Capturing Tech Leaders and Innovators at Leeds Digital Festival

By Maddie Armstrong

Leeds Digital Festival has brought together individuals of all sorts of expertises, across two weeks packed with enlightening events taking place through all of Leeds city centre. From small auditoriums to vibrant cultural hubs, hundreds of like minded individuals have gathered in spaces to network with one another and celebrate the digital world. 

Last week on Monday we visited BJSS to shoot minister Paul Scully during his conversation with CEO of Tech Talent Charter Debbie Forster, as well as an earlier roundtable. Mark and I focused on getting shots of the real talk that was happening as others intently listened: often dipping between pairs of shoulders for some gentle foreground filler while shooting candids of the conversation in the meeting room, followed by wider shots during the fireside chat to bring the whole room together. Plenty of natural light spilled into the room thanks to the glass walls, enabling us to get some generously-lit shots without needing to compensate.

The same, perhaps, could not be said for my shoot at Digital Bites last Thursday. Digital Bites served as an opportunity for young innovators with less speaking experience to get up on stage and present insight and tips across different avenues of digital marketing. The talks were often slightly stuffed with forced extroversion and millennial humour, and the more visibly nervous of speakers relied on the presentation screen to display quotes and famous memes (internet jokes) to more engage the audience. 

The seats of this small venue were filled and there were about 100 digital marketers in attendance. The event offered free Merlot, or, for those who were driving, soft drinks nestled in an ice bucket, as well as a water dispenser at the back of this small, dimly lit room. Occasionally the courageous individual would scuffle to the back table to get themselves a drink as quietly as possible - something quite difficult to achieve considering the circumstances. As there was only one way to walk from one end of the room to another, each latecomer was subject to a walk of shame, and often ducked to get out of shot. 

The lighting and layout of the room left little to work with in terms of interesting and dynamic shots. For each young speaker that jogged down to the front, I was praying they’d stand under the one lone spotlight amidst the otherwise gaping blackness of the murky lighting setup. Aesthetics, of course, are not tech innovators’ No.1 priority when it comes to gathering together in a small auditorium to make connections and share industry tips. However, it would’ve increased the small crowd’s engagement to the speakers were they actually visible. Most of the shots needed plenty of work in post to bring down the harsh white highlights and bump up the overbearing shadows.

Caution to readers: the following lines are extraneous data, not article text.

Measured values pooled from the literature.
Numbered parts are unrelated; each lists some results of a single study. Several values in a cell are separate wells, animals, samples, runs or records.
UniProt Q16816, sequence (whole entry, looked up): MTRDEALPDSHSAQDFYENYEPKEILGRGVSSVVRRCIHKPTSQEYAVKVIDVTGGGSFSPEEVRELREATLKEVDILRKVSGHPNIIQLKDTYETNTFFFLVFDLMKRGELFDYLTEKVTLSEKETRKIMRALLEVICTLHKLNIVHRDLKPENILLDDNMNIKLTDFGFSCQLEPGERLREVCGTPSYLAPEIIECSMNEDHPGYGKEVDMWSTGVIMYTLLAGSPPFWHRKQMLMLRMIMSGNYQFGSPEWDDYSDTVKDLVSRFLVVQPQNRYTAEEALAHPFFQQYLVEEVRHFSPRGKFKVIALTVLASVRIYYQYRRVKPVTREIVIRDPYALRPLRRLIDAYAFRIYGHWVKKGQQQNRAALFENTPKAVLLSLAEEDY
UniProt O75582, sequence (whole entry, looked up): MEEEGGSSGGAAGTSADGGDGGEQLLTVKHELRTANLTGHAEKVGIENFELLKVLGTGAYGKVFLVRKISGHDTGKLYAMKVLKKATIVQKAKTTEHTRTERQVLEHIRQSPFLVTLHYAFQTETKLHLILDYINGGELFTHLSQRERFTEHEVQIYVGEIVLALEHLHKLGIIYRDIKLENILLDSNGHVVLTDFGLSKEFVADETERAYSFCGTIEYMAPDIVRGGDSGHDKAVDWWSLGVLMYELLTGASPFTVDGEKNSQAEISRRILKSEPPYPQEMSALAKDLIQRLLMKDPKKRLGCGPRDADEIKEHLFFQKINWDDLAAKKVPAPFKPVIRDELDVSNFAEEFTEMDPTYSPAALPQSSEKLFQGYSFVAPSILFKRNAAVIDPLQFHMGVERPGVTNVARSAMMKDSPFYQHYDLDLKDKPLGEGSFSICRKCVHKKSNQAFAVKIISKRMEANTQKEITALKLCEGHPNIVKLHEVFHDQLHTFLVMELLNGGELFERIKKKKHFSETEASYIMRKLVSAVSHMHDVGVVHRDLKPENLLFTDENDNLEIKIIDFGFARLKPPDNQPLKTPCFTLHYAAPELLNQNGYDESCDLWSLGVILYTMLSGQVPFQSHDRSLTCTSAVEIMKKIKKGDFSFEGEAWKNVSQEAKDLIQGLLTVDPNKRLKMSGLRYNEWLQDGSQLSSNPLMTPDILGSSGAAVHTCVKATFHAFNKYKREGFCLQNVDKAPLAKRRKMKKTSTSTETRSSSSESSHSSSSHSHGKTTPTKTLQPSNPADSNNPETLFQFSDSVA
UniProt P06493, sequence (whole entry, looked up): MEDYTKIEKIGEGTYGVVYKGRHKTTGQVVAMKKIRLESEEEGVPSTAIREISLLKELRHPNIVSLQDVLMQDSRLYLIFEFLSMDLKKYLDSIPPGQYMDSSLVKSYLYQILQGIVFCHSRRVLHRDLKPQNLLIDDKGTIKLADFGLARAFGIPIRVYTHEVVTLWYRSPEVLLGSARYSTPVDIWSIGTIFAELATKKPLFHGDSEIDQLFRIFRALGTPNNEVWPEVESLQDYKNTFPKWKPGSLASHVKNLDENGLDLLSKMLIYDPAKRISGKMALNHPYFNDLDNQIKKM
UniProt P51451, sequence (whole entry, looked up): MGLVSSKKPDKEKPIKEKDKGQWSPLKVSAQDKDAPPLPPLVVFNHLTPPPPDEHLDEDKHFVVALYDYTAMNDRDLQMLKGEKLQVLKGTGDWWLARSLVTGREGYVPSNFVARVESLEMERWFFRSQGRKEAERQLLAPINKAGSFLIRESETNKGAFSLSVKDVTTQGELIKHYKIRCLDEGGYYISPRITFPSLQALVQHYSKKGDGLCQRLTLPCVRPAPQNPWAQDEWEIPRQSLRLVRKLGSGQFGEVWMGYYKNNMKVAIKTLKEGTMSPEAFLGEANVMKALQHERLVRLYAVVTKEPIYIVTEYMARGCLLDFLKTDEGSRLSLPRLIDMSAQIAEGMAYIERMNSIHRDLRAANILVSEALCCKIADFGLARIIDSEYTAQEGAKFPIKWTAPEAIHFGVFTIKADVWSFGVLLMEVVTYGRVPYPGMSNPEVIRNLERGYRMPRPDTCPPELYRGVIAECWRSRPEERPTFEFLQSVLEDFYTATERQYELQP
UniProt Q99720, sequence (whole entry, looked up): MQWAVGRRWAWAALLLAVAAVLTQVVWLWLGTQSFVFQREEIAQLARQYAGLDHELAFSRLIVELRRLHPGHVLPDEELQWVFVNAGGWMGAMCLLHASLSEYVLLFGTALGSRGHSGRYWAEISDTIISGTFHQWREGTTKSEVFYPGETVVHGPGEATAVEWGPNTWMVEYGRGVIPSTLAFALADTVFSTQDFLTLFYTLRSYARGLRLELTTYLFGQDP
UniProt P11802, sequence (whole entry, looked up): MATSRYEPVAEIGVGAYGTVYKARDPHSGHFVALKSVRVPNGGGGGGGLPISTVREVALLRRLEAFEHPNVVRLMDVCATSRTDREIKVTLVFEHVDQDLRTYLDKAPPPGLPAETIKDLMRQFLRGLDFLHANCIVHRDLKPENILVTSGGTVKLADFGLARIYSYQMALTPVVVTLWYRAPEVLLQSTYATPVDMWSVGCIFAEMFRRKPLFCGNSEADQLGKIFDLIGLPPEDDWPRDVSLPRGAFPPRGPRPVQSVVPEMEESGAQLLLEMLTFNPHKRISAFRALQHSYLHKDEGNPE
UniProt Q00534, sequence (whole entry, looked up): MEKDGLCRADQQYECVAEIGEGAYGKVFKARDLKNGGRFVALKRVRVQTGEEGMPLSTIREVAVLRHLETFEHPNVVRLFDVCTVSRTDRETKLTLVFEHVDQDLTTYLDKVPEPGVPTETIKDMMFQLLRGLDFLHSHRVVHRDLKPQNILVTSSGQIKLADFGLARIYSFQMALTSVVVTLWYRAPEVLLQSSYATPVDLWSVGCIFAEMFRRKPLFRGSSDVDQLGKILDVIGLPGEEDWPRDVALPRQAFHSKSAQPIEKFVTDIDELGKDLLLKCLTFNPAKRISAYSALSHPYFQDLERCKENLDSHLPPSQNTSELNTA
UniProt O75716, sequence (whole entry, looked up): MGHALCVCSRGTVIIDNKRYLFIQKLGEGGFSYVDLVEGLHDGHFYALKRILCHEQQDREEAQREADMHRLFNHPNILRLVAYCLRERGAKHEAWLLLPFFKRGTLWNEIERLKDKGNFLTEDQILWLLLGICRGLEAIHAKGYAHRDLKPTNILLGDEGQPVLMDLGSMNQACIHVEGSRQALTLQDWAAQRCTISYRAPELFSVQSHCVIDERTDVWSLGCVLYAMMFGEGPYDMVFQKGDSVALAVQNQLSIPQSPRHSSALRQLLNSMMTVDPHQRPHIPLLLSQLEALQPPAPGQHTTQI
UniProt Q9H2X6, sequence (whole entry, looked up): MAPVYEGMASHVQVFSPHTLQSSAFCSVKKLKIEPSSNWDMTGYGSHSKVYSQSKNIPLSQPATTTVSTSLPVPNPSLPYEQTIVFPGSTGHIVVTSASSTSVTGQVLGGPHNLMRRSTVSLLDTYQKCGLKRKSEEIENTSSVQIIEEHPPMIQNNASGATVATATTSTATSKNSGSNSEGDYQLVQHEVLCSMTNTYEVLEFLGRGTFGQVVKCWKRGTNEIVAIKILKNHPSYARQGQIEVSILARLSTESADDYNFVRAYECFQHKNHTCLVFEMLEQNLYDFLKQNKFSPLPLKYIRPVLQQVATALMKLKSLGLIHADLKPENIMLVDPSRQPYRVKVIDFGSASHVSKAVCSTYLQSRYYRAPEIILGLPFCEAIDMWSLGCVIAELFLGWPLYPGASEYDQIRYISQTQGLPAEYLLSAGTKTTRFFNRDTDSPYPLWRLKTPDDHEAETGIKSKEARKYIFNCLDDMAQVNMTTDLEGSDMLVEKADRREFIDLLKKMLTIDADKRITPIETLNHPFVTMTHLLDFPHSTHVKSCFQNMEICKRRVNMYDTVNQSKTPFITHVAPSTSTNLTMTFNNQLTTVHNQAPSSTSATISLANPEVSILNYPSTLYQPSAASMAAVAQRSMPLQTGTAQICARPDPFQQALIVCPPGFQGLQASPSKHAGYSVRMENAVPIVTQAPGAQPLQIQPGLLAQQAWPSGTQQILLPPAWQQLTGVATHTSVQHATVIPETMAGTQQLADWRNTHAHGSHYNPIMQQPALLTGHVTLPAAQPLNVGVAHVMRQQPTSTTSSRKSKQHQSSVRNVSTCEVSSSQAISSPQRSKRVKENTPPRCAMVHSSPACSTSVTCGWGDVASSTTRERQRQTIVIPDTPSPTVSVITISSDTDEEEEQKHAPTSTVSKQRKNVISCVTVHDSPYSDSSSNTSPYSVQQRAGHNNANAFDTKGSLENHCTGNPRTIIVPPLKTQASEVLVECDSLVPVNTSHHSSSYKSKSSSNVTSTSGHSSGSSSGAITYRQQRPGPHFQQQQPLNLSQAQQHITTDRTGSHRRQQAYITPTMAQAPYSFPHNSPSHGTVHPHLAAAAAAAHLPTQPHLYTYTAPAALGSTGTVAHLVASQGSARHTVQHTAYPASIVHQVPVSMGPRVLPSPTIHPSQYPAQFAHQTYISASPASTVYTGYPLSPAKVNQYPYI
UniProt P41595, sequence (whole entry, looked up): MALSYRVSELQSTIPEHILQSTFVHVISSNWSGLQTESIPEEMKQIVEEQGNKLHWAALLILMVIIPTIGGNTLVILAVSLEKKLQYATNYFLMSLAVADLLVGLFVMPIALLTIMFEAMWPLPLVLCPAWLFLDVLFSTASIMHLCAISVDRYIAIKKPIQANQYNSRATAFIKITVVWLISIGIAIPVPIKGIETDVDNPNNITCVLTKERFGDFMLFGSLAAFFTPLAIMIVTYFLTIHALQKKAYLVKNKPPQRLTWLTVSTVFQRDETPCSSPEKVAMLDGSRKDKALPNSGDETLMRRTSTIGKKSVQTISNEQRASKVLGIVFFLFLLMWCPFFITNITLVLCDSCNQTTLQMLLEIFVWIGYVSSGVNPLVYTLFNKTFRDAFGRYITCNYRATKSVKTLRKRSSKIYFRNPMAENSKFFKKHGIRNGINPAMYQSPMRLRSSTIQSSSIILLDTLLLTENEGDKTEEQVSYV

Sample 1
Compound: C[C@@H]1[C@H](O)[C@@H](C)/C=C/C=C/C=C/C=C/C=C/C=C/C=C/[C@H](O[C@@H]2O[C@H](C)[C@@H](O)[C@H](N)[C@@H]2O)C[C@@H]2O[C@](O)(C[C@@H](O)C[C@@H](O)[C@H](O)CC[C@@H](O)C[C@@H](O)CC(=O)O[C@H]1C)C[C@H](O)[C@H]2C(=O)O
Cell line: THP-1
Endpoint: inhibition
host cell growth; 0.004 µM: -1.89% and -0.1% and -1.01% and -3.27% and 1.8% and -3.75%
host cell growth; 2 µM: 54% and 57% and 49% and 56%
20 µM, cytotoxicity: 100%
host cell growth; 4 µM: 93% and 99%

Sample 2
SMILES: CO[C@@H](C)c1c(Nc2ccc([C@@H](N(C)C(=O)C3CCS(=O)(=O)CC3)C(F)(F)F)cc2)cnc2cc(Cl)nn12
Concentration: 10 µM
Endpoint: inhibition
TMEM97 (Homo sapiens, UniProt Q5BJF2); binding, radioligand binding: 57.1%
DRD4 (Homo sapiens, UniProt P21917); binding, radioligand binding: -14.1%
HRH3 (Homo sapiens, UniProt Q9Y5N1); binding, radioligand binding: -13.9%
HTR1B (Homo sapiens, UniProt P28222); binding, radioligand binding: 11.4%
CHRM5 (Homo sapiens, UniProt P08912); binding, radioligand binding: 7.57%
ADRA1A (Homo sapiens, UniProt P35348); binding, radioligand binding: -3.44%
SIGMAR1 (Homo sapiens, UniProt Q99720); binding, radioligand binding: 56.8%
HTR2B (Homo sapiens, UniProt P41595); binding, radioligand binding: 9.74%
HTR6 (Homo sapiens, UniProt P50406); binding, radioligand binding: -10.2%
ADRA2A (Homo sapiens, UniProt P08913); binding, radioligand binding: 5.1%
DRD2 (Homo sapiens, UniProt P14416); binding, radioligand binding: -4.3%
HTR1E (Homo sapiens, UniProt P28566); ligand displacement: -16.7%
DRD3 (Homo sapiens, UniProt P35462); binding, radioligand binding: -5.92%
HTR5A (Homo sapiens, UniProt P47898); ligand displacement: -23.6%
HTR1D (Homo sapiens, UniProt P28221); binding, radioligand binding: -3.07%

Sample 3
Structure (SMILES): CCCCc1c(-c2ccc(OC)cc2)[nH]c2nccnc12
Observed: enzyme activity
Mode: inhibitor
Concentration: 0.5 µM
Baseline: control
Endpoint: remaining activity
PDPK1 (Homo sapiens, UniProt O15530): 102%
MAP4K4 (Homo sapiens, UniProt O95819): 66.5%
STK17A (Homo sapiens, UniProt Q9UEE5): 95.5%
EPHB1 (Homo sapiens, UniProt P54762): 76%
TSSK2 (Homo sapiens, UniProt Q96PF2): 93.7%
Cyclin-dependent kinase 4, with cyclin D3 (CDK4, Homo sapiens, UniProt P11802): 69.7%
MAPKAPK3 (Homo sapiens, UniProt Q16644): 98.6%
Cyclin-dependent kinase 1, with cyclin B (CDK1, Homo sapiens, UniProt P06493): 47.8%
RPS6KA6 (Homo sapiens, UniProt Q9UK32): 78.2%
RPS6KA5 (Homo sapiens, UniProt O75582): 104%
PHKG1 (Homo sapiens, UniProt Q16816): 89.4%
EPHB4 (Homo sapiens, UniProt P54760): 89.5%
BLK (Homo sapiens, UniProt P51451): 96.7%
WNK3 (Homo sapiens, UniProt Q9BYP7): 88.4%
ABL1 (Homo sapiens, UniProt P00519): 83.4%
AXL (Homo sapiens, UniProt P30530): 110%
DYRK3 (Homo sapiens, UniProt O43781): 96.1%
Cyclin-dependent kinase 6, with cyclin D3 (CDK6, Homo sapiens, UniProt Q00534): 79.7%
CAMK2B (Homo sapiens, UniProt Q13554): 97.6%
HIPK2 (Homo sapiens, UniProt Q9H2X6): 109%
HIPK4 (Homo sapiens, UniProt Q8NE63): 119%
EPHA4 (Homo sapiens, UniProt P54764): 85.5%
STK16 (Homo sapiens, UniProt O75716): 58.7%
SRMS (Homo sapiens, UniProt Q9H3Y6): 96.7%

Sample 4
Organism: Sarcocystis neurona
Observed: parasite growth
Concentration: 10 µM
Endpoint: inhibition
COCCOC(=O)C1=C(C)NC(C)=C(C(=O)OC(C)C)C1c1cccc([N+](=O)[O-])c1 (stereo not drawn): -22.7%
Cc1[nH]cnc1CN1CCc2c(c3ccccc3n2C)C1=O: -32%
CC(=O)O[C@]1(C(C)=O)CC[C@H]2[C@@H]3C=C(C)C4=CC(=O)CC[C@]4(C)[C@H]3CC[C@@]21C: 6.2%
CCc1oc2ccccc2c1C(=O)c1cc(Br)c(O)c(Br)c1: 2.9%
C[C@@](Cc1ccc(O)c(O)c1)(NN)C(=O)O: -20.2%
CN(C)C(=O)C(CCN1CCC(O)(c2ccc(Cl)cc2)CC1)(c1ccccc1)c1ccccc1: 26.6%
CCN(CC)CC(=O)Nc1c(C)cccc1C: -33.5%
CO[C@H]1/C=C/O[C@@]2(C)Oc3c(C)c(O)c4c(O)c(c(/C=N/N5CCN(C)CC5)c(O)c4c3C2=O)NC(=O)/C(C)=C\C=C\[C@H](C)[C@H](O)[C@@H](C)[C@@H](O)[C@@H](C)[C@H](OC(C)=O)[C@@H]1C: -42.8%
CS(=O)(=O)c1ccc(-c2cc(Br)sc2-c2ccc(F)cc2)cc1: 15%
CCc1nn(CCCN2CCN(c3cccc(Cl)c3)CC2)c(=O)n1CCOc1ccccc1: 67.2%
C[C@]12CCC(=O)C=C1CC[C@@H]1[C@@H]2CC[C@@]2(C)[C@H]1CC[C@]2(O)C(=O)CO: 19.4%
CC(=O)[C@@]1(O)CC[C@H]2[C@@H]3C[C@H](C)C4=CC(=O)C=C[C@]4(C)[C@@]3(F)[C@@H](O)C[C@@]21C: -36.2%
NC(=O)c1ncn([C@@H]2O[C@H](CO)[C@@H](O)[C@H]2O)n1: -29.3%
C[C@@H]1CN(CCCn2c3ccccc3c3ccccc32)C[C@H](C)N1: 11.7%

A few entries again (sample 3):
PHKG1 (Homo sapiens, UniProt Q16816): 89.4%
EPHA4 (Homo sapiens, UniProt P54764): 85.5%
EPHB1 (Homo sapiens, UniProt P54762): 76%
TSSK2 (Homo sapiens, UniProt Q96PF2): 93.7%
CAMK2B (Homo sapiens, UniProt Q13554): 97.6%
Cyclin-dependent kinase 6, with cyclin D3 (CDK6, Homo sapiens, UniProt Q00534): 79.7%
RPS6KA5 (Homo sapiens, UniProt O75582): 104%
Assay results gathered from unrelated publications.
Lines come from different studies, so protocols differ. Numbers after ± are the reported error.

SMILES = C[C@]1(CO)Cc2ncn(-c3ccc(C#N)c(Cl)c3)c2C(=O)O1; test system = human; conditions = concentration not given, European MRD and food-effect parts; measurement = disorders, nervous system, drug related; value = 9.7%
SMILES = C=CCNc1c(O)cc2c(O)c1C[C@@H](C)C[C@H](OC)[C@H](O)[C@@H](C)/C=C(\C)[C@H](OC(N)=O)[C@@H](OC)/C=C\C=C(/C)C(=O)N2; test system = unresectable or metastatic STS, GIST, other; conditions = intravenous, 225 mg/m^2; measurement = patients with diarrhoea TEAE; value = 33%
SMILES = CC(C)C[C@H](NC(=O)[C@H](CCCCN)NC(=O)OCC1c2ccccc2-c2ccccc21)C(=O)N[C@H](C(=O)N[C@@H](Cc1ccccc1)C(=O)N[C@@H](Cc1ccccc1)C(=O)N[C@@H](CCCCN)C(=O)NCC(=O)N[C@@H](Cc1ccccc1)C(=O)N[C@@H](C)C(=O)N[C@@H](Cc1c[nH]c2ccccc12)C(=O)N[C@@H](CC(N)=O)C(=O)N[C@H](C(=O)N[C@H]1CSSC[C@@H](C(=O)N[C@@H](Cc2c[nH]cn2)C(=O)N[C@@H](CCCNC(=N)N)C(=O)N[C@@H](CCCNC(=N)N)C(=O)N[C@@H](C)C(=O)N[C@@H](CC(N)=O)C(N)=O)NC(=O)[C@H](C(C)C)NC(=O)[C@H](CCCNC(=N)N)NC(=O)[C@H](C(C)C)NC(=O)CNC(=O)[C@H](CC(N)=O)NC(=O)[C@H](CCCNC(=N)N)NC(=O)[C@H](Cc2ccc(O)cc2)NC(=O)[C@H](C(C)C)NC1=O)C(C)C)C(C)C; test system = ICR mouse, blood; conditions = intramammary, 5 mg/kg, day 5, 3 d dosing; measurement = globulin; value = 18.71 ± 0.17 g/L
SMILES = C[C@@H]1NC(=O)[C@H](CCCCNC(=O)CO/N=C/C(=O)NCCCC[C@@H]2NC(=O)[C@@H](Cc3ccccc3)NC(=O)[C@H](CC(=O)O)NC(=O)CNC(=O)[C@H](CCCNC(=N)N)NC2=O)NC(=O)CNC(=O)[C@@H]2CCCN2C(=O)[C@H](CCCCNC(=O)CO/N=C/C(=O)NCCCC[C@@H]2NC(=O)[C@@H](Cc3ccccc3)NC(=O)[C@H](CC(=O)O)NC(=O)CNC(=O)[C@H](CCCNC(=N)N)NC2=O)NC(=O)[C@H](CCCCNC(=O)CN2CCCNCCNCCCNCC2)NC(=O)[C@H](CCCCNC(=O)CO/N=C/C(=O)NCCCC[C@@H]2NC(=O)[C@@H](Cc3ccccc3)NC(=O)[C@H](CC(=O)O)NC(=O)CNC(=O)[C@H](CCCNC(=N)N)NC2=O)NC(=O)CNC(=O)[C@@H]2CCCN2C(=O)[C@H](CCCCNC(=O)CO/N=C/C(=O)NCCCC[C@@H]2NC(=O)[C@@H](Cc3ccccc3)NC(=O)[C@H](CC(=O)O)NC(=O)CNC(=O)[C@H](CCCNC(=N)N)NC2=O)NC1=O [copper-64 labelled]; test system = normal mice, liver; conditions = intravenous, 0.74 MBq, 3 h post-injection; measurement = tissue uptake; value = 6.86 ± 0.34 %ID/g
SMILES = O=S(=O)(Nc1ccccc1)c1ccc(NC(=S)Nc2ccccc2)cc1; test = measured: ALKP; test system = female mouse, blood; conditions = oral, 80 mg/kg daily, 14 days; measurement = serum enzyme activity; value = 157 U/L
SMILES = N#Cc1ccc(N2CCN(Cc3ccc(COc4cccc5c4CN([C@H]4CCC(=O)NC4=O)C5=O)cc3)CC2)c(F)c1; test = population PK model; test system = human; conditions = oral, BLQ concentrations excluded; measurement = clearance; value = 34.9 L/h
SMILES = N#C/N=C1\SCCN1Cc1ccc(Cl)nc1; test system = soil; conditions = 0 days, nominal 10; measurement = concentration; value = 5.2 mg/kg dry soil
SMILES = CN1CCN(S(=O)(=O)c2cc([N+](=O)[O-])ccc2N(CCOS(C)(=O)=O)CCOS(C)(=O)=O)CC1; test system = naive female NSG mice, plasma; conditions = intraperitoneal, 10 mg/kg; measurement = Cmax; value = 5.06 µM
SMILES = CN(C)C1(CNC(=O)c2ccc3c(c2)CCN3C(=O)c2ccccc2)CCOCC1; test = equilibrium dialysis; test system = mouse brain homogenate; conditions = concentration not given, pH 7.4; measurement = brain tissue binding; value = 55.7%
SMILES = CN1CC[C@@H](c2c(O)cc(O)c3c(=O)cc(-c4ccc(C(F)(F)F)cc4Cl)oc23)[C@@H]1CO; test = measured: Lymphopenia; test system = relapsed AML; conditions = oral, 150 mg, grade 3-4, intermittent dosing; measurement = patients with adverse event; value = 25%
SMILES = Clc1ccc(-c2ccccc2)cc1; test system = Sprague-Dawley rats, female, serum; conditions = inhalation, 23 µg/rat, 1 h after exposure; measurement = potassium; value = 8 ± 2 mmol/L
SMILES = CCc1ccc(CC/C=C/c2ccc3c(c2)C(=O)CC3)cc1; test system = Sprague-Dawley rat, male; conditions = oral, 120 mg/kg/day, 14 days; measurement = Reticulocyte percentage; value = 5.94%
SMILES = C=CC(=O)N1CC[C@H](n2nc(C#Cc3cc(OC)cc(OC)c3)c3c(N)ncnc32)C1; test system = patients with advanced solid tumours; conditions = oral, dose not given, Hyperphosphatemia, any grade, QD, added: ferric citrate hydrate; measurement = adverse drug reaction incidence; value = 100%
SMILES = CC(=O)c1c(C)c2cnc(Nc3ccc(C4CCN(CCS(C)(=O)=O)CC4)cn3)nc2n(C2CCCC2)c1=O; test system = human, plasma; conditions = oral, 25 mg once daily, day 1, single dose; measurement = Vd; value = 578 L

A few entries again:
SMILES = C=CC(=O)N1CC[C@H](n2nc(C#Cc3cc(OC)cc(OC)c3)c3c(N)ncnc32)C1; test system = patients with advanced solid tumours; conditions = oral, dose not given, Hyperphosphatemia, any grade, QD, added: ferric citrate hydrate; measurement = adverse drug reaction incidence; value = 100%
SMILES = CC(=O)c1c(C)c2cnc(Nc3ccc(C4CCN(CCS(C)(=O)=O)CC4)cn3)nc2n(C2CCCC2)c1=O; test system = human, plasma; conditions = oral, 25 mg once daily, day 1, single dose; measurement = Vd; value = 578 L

But that’s not the only obstacle we had to overcome. Even at a fairly slow shutter speed, the room was so dark that my Canon’s ISO had to compensate greatly - leaving me with a screen of grain so harsh it looked like the room had a mosquito infestation once those shadows were lifted. Sometimes you’re left with nothing but a justified confidence that you can, and will, save the image in post. Bless Photoshop’s AI-powered denoise tool Enhance, which took several minutes at a time brushing away the crumbs of some very gritty images and transforming them into a smooth, polished picture (but not too smooth, lest we get carried away). 

I also made sure to add a notch of saturation to make the most of connective3’s colourful backdrops. This is, after all, an exciting event for those in attendance, so the images should encapsulate its vibrant atmosphere. With a touch of clarity and vignette, the focuses of the images are drawn back into the centre, allowing a viewer to feel more like they’re part of the audience in the foreground.

Sometimes a photography job is easy. Sometimes the lighting is just perfect; there’s a perfect harmony between sufficient illumination in the background and spotlight on the subject, and you’re in a stunning auditorium with space to run around from all four corners. Sometimes it’s the opposite, and you’ve got a lot of work to do. But what isn’t affected by lighting or setting are people’s genuine moments. Photography is the art of pausing time, and as long as we’ve captured something real and effective, no matter how much “saving” the image needed, then we’ve done the job right.

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